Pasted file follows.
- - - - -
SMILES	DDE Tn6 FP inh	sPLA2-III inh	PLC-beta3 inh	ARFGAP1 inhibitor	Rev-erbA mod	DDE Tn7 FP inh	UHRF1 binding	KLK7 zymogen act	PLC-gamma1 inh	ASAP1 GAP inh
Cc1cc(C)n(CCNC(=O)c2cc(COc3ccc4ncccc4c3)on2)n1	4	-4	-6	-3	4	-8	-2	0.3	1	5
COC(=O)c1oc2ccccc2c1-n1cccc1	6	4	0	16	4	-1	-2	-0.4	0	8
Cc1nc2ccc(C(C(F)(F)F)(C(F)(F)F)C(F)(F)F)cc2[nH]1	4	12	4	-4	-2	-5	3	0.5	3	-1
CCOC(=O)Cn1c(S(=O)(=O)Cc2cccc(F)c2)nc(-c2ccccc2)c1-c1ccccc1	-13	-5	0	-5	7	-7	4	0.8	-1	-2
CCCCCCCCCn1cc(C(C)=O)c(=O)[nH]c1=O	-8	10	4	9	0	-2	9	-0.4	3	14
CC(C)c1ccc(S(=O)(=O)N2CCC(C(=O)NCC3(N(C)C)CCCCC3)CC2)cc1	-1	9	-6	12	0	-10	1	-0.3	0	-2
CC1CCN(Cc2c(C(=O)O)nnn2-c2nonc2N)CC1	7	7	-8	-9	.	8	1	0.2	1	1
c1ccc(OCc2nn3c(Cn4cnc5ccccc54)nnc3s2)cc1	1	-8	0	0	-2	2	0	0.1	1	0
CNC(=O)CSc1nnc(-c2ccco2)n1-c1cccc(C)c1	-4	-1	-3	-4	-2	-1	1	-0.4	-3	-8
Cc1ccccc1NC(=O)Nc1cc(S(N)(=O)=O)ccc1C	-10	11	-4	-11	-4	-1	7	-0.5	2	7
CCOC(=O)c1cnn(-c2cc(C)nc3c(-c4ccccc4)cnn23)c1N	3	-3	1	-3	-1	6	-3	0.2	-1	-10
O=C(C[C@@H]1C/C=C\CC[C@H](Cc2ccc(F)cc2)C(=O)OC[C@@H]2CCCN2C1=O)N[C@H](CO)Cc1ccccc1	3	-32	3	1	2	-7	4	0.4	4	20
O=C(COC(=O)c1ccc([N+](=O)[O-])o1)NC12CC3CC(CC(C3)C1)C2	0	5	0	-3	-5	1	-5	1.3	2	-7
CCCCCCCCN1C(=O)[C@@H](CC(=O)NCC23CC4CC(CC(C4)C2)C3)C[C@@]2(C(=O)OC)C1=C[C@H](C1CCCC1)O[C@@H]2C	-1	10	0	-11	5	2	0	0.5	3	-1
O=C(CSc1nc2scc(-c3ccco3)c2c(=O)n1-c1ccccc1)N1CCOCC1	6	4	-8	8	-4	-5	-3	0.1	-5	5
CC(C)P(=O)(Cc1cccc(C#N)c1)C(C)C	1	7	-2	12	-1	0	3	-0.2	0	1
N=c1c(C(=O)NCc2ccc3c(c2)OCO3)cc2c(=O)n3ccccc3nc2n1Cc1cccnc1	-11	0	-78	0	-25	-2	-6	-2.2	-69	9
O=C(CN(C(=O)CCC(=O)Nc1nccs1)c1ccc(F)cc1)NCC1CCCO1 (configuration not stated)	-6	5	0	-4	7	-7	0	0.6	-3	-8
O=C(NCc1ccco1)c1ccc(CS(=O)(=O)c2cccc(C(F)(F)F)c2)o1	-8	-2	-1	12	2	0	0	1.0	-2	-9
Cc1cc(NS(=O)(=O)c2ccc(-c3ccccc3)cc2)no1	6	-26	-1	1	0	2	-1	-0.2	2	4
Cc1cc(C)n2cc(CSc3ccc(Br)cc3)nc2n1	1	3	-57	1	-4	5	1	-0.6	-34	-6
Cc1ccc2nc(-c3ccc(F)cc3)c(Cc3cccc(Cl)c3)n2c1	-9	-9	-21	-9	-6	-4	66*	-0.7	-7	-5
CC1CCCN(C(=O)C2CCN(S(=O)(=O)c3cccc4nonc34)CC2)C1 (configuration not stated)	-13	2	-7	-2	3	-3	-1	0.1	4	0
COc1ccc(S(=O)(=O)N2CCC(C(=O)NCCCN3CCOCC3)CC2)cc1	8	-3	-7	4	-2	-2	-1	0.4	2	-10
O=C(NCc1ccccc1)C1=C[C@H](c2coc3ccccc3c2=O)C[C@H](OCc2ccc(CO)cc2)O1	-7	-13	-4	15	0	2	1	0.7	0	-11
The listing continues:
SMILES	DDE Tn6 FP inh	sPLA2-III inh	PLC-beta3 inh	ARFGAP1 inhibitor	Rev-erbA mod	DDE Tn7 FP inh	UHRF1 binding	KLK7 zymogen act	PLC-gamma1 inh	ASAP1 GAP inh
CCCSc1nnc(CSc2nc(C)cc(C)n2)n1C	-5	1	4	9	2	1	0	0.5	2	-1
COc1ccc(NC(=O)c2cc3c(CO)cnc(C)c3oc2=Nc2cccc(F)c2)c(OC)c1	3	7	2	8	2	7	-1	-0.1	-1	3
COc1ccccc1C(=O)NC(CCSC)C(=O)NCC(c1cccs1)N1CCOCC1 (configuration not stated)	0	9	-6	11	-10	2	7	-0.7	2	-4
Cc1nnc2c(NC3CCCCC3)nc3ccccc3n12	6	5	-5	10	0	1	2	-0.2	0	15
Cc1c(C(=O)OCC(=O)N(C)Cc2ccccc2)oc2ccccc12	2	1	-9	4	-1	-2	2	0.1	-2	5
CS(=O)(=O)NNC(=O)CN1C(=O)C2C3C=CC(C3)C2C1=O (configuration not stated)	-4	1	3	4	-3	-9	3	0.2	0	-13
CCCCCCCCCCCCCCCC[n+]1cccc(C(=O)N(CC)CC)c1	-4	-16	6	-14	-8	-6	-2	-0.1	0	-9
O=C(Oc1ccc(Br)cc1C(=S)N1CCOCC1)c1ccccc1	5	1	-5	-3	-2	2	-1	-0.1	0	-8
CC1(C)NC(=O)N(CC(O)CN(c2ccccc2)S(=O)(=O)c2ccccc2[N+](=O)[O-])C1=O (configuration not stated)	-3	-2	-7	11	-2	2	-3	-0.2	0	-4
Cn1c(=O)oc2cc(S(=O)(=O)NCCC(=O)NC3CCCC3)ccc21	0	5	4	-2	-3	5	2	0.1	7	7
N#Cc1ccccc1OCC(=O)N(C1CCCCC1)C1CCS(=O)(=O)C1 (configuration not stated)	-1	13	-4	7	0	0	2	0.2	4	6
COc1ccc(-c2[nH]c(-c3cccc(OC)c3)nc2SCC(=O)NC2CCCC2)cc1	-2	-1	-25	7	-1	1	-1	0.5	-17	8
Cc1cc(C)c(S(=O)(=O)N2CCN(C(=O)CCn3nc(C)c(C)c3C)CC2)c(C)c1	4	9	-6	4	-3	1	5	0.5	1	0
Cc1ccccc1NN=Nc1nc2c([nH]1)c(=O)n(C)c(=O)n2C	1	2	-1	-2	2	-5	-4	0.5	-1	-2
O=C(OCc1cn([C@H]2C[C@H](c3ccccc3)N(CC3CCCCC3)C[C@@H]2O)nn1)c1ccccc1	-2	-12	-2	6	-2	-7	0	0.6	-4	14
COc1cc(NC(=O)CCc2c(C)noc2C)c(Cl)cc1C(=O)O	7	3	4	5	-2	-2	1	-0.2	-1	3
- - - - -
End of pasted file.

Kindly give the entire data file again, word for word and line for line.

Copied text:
SMILES	DDE Tn6 FP inh	sPLA2-III inh	PLC-beta3 inh	ARFGAP1 inhibitor	Rev-erbA mod	DDE Tn7 FP inh	UHRF1 binding	KLK7 zymogen act	PLC-gamma1 inh	ASAP1 GAP inh
Cc1cc(C)n(CCNC(=O)c2cc(COc3ccc4ncccc4c3)on2)n1	4	-4	-6	-3	4	-8	-2	0.3	1	5
COC(=O)c1oc2ccccc2c1-n1cccc1	6	4	0	16	4	-1	-2	-0.4	0	8
Cc1nc2ccc(C(C(F)(F)F)(C(F)(F)F)C(F)(F)F)cc2[nH]1	4	12	4	-4	-2	-5	3	0.5	3	-1
CCOC(=O)Cn1c(S(=O)(=O)Cc2cccc(F)c2)nc(-c2ccccc2)c1-c1ccccc1	-13	-5	0	-5	7	-7	4	0.8	-1	-2
CCCCCCCCCn1cc(C(C)=O)c(=O)[nH]c1=O	-8	10	4	9	0	-2	9	-0.4	3	14
CC(C)c1ccc(S(=O)(=O)N2CCC(C(=O)NCC3(N(C)C)CCCCC3)CC2)cc1	-1	9	-6	12	0	-10	1	-0.3	0	-2
CC1CCN(Cc2c(C(=O)O)nnn2-c2nonc2N)CC1	7	7	-8	-9	.	8	1	0.2	1	1
c1ccc(OCc2nn3c(Cn4cnc5ccccc54)nnc3s2)cc1	1	-8	0	0	-2	2	0	0.1	1	0
CNC(=O)CSc1nnc(-c2ccco2)n1-c1cccc(C)c1	-4	-1	-3	-4	-2	-1	1	-0.4	-3	-8
Cc1ccccc1NC(=O)Nc1cc(S(N)(=O)=O)ccc1C	-10	11	-4	-11	-4	-1	7	-0.5	2	7
CCOC(=O)c1cnn(-c2cc(C)nc3c(-c4ccccc4)cnn23)c1N	3	-3	1	-3	-1	6	-3	0.2	-1	-10
O=C(C[C@@H]1C/C=C\CC[C@H](Cc2ccc(F)cc2)C(=O)OC[C@@H]2CCCN2C1=O)N[C@H](CO)Cc1ccccc1	3	-32	3	1	2	-7	4	0.4	4	20
O=C(COC(=O)c1ccc([N+](=O)[O-])o1)NC12CC3CC(CC(C3)C1)C2	0	5	0	-3	-5	1	-5	1.3	2	-7
CCCCCCCCN1C(=O)[C@@H](CC(=O)NCC23CC4CC(CC(C4)C2)C3)C[C@@]2(C(=O)OC)C1=C[C@H](C1CCCC1)O[C@@H]2C	-1	10	0	-11	5	2	0	0.5	3	-1
O=C(CSc1nc2scc(-c3ccco3)c2c(=O)n1-c1ccccc1)N1CCOCC1	6	4	-8	8	-4	-5	-3	0.1	-5	5
CC(C)P(=O)(Cc1cccc(C#N)c1)C(C)C	1	7	-2	12	-1	0	3	-0.2	0	1
N=c1c(C(=O)NCc2ccc3c(c2)OCO3)cc2c(=O)n3ccccc3nc2n1Cc1cccnc1	-11	0	-78	0	-25	-2	-6	-2.2	-69	9
O=C(CN(C(=O)CCC(=O)Nc1nccs1)c1ccc(F)cc1)NCC1CCCO1 (configuration not stated)	-6	5	0	-4	7	-7	0	0.6	-3	-8
O=C(NCc1ccco1)c1ccc(CS(=O)(=O)c2cccc(C(F)(F)F)c2)o1	-8	-2	-1	12	2	0	0	1.0	-2	-9
Cc1cc(NS(=O)(=O)c2ccc(-c3ccccc3)cc2)no1	6	-26	-1	1	0	2	-1	-0.2	2	4
Cc1cc(C)n2cc(CSc3ccc(Br)cc3)nc2n1	1	3	-57	1	-4	5	1	-0.6	-34	-6
Cc1ccc2nc(-c3ccc(F)cc3)c(Cc3cccc(Cl)c3)n2c1	-9	-9	-21	-9	-6	-4	66*	-0.7	-7	-5
CC1CCCN(C(=O)C2CCN(S(=O)(=O)c3cccc4nonc34)CC2)C1 (configuration not stated)	-13	2	-7	-2	3	-3	-1	0.1	4	0
COc1ccc(S(=O)(=O)N2CCC(C(=O)NCCCN3CCOCC3)CC2)cc1	8	-3	-7	4	-2	-2	-1	0.4	2	-10
O=C(NCc1ccccc1)C1=C[C@H](c2coc3ccccc3c2=O)C[C@H](OCc2ccc(CO)cc2)O1	-7	-13	-4	15	0	2	1	0.7	0	-11
The listing continues:
SMILES	DDE Tn6 FP inh	sPLA2-III inh	PLC-beta3 inh	ARFGAP1 inhibitor	Rev-erbA mod	DDE Tn7 FP inh	UHRF1 binding	KLK7 zymogen act	PLC-gamma1 inh	ASAP1 GAP inh
CCCSc1nnc(CSc2nc(C)cc(C)n2)n1C	-5	1	4	9	2	1	0	0.5	2	-1
COc1ccc(NC(=O)c2cc3c(CO)cnc(C)c3oc2=Nc2cccc(F)c2)c(OC)c1	3	7	2	8	2	7	-1	-0.1	-1	3
COc1ccccc1C(=O)NC(CCSC)C(=O)NCC(c1cccs1)N1CCOCC1 (configuration not stated)	0	9	-6	11	-10	2	7	-0.7	2	-4
Cc1nnc2c(NC3CCCCC3)nc3ccccc3n12	6	5	-5	10	0	1	2	-0.2	0	15
Cc1c(C(=O)OCC(=O)N(C)Cc2ccccc2)oc2ccccc12	2	1	-9	4	-1	-2	2	0.1	-2	5
CS(=O)(=O)NNC(=O)CN1C(=O)C2C3C=CC(C3)C2C1=O (configuration not stated)	-4	1	3	4	-3	-9	3	0.2	0	-13
CCCCCCCCCCCCCCCC[n+]1cccc(C(=O)N(CC)CC)c1	-4	-16	6	-14	-8	-6	-2	-0.1	0	-9
O=C(Oc1ccc(Br)cc1C(=S)N1CCOCC1)c1ccccc1	5	1	-5	-3	-2	2	-1	-0.1	0	-8
CC1(C)NC(=O)N(CC(O)CN(c2ccccc2)S(=O)(=O)c2ccccc2[N+](=O)[O-])C1=O (configuration not stated)	-3	-2	-7	11	-2	2	-3	-0.2	0	-4
Cn1c(=O)oc2cc(S(=O)(=O)NCCC(=O)NC3CCCC3)ccc21	0	5	4	-2	-3	5	2	0.1	7	7
N#Cc1ccccc1OCC(=O)N(C1CCCCC1)C1CCS(=O)(=O)C1 (configuration not stated)	-1	13	-4	7	0	0	2	0.2	4	6
COc1ccc(-c2[nH]c(-c3cccc(OC)c3)nc2SCC(=O)NC2CCCC2)cc1	-2	-1	-25	7	-1	1	-1	0.5	-17	8
Cc1cc(C)c(S(=O)(=O)N2CCN(C(=O)CCn3nc(C)c(C)c3C)CC2)c(C)c1	4	9	-6	4	-3	1	5	0.5	1	0
Cc1ccccc1NN=Nc1nc2c([nH]1)c(=O)n(C)c(=O)n2C	1	2	-1	-2	2	-5	-4	0.5	-1	-2
O=C(OCc1cn([C@H]2C[C@H](c3ccccc3)N(CC3CCCCC3)C[C@@H]2O)nn1)c1ccccc1	-2	-12	-2	6	-2	-7	0	0.6	-4	14
COc1cc(NC(=O)CCc2c(C)noc2C)c(Cl)cc1C(=O)O	7	3	4	5	-2	-2	1	-0.2	-1	3